The South Korean Ministry of Education is investing a hefty $2.4 billion into making the country’s school system completely digital. The plan is to abolish textbooks and replaced them with digital learning materials stored in a centralized database, which students would access with tablet PCs.
Of course, there is still much to do before this plan can get off the ground. Digital textbooks still need to be developed, the centralized digital storage system for schools currently does not exist, and many of the schools will need to have WiFi networks installed. There is currently no word on how the tablets will interact with the system, but South Korean reports say that tablets will be provided to low-income school children.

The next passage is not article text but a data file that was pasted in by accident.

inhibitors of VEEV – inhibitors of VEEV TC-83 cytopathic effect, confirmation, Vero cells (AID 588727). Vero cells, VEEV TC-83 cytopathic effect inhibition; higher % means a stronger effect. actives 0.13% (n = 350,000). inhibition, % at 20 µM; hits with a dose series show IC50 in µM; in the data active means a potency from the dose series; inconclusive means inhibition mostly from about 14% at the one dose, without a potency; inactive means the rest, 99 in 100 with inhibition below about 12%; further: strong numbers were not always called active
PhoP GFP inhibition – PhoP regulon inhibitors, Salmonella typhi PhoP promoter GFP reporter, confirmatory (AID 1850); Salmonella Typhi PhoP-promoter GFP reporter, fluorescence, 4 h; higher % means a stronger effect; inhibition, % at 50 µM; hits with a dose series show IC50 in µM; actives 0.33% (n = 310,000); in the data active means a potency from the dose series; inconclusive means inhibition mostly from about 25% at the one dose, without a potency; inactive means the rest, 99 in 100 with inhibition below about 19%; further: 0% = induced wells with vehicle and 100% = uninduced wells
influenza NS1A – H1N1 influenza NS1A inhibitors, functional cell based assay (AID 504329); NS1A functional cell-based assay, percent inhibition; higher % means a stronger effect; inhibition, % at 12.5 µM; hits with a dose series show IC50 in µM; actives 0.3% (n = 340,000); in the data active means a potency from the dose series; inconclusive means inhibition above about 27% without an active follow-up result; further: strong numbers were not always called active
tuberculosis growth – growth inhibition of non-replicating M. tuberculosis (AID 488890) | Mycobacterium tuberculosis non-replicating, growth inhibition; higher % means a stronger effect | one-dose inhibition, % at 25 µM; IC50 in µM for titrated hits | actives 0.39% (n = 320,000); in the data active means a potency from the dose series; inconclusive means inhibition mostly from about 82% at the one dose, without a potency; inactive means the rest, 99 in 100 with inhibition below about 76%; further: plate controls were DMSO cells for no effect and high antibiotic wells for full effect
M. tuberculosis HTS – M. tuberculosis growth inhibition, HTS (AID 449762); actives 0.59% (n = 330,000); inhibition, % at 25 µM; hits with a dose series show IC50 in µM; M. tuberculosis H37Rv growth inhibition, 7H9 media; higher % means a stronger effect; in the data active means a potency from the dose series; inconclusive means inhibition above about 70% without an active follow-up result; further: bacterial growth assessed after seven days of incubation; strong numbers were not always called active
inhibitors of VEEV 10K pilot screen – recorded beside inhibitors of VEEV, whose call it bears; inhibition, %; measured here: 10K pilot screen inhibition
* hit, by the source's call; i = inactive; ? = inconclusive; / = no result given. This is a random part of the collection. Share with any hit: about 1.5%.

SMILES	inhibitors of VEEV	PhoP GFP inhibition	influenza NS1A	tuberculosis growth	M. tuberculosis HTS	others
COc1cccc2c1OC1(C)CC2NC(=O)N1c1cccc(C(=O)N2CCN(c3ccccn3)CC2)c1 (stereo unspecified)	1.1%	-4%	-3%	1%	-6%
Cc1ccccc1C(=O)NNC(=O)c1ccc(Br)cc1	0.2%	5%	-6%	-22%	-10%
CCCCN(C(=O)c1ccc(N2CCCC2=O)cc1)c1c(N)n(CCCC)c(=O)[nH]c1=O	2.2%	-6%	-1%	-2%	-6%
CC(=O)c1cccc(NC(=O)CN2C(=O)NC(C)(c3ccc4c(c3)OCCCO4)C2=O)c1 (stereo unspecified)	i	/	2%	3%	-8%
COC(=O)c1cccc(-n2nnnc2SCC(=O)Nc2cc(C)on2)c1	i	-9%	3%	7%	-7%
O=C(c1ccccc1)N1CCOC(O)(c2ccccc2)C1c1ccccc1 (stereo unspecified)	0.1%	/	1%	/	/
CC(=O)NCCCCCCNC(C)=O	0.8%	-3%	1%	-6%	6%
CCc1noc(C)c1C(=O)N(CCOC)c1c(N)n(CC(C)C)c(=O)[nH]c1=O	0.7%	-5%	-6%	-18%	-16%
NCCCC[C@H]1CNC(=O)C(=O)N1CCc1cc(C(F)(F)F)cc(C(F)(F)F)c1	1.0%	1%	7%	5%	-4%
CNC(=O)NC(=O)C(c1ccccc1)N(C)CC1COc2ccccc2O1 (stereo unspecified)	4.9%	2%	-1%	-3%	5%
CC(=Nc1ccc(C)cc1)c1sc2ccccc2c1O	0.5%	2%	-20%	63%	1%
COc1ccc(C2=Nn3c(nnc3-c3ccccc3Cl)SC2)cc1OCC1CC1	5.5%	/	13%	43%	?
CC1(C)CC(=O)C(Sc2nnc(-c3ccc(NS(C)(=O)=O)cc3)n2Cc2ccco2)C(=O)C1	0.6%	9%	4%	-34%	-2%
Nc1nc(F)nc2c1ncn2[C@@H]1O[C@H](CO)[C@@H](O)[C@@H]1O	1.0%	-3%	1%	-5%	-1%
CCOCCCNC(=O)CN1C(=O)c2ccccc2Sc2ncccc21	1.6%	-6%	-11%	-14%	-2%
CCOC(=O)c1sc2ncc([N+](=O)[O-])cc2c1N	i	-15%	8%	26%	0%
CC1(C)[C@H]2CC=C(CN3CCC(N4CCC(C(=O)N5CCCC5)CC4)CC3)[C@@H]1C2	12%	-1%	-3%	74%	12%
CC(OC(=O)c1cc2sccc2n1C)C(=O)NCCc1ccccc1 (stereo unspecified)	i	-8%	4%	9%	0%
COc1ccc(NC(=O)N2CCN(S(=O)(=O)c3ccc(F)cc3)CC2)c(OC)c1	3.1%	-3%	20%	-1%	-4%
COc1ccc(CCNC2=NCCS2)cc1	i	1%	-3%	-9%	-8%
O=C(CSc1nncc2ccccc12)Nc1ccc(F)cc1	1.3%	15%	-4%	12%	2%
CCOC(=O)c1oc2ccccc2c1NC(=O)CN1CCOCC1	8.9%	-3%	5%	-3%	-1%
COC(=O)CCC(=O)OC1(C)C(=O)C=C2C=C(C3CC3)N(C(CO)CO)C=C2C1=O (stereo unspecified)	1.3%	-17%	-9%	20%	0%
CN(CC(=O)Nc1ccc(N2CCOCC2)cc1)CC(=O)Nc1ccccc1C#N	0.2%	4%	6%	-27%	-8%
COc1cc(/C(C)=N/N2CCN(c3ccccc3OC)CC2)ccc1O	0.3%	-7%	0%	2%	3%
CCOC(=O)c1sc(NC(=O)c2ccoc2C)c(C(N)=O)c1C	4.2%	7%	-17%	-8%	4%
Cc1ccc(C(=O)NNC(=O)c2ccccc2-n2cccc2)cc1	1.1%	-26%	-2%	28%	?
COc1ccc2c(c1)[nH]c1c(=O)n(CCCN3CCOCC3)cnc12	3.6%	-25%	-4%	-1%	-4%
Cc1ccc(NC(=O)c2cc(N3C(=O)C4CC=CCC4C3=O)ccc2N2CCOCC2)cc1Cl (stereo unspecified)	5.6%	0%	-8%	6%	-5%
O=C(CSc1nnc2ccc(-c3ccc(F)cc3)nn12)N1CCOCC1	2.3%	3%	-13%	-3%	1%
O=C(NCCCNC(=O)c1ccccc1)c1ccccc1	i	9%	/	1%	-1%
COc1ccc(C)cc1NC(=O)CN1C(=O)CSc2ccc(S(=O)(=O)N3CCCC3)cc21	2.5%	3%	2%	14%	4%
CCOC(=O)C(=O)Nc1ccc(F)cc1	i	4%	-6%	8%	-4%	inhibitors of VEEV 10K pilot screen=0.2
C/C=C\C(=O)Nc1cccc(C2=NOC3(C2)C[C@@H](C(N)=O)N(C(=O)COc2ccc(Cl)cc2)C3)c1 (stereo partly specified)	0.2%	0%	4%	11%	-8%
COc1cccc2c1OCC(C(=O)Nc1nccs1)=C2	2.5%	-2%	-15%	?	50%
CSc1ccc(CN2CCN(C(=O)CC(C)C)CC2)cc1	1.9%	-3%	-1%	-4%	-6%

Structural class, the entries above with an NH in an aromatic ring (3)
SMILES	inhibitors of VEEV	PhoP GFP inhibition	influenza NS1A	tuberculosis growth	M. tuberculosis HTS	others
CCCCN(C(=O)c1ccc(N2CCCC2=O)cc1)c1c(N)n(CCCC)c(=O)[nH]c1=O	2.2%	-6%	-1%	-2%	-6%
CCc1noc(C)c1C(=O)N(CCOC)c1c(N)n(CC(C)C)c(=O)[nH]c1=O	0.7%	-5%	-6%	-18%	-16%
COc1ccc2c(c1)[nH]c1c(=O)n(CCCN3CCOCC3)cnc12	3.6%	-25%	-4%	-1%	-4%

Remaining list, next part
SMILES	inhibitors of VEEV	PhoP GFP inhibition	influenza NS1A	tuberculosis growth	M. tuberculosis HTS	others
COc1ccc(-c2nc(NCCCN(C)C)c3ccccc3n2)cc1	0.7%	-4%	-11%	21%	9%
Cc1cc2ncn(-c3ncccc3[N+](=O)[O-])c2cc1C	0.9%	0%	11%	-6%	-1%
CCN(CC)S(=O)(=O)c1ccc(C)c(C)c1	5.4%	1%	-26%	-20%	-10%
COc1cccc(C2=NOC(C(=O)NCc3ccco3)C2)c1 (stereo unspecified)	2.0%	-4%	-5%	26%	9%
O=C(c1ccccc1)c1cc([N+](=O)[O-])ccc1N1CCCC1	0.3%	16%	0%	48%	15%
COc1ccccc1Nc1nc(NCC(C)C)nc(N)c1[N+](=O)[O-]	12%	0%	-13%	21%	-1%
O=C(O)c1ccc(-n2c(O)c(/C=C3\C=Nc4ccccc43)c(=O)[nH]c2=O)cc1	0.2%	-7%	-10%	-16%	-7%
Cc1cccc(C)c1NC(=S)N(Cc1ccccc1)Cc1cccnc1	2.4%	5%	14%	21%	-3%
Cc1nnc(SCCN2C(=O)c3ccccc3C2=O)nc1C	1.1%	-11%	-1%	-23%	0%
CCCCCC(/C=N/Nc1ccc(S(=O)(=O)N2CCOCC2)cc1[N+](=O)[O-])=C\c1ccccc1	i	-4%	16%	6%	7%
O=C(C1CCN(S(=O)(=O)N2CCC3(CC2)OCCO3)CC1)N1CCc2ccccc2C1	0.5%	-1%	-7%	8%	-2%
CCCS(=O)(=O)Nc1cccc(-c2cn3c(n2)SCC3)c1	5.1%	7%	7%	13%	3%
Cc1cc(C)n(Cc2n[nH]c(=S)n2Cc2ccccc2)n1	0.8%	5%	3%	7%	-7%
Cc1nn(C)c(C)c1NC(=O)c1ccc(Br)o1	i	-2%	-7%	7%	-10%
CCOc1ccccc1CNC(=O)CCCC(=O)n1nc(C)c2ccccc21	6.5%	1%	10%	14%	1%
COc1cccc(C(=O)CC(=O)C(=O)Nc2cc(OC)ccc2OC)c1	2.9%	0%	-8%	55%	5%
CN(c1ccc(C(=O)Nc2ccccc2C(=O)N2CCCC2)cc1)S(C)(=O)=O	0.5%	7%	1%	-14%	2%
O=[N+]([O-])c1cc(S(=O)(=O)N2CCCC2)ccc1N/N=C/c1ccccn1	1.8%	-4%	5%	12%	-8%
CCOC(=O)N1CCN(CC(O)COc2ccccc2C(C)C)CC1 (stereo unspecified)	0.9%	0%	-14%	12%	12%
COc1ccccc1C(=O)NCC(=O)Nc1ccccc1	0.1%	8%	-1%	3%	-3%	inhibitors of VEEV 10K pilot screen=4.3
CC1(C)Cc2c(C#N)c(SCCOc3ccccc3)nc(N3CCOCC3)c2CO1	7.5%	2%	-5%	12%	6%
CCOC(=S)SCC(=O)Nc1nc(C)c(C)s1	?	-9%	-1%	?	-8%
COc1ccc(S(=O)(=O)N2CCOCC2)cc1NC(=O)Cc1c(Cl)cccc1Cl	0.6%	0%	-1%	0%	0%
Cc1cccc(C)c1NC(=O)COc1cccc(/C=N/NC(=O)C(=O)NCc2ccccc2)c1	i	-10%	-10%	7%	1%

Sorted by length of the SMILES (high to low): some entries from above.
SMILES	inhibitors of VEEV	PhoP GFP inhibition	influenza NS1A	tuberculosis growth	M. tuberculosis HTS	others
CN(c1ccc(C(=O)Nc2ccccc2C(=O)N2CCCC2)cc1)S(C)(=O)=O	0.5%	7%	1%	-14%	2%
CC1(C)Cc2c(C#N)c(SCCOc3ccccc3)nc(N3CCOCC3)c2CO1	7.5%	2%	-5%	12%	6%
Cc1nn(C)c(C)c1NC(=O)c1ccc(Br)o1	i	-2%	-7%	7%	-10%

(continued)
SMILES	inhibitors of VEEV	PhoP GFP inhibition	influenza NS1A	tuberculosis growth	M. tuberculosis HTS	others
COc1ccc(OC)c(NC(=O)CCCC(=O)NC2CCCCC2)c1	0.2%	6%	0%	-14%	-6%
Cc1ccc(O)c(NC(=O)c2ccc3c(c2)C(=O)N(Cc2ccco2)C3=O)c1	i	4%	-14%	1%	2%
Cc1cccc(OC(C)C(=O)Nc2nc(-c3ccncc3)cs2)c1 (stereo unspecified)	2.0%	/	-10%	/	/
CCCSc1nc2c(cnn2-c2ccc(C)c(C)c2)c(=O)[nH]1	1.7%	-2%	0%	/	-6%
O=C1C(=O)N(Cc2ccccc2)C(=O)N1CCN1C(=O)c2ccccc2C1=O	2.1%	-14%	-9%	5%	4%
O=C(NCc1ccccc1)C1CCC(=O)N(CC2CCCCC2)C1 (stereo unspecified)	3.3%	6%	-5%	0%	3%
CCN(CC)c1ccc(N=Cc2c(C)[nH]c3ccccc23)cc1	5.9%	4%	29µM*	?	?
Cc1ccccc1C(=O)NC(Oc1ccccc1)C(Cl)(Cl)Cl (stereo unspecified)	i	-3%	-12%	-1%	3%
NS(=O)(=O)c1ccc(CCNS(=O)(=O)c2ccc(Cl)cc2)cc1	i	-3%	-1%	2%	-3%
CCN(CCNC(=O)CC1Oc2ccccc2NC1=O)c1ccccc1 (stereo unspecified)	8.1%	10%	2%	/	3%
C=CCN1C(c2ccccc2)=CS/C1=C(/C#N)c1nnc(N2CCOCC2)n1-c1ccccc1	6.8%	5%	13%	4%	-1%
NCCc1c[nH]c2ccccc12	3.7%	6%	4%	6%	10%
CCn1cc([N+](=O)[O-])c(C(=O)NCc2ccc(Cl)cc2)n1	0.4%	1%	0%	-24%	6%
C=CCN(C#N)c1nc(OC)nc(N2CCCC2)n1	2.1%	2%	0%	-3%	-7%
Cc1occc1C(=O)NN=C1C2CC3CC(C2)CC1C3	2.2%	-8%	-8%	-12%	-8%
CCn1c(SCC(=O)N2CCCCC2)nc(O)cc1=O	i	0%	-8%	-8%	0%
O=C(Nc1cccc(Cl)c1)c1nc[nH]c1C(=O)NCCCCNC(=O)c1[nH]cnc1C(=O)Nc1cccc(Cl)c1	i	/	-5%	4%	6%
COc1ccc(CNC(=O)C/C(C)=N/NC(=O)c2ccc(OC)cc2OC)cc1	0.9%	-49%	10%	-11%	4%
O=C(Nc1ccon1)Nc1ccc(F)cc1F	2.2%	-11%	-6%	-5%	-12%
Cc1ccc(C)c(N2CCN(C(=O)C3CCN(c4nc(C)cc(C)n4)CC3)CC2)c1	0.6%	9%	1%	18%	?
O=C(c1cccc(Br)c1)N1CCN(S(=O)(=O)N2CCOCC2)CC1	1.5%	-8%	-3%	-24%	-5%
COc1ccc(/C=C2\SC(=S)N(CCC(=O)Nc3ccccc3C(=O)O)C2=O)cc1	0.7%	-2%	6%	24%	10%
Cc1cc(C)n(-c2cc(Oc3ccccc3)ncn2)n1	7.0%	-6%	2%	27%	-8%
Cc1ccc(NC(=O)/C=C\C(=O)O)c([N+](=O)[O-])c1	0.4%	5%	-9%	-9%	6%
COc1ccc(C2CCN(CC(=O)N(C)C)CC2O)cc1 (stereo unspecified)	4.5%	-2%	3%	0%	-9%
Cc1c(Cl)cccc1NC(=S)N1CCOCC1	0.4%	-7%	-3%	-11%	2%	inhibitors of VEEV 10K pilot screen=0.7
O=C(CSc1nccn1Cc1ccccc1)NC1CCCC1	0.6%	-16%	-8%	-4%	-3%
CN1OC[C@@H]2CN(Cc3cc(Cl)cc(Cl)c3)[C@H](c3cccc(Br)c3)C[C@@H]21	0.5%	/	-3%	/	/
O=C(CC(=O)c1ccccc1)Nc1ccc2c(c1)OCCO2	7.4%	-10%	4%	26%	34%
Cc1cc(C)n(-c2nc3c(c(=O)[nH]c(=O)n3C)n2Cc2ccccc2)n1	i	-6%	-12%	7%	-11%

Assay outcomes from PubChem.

Though some digital education pilot programs have been attempted in the U.S. and other countries, few can rival the scope of the South Korean plan. While it will certainly be interesting to watch unfold, an entirely paperless school system will surely stand as a useful test case for other countries to emulate. Perhaps the digital learning revolution will have its start in Seoul.
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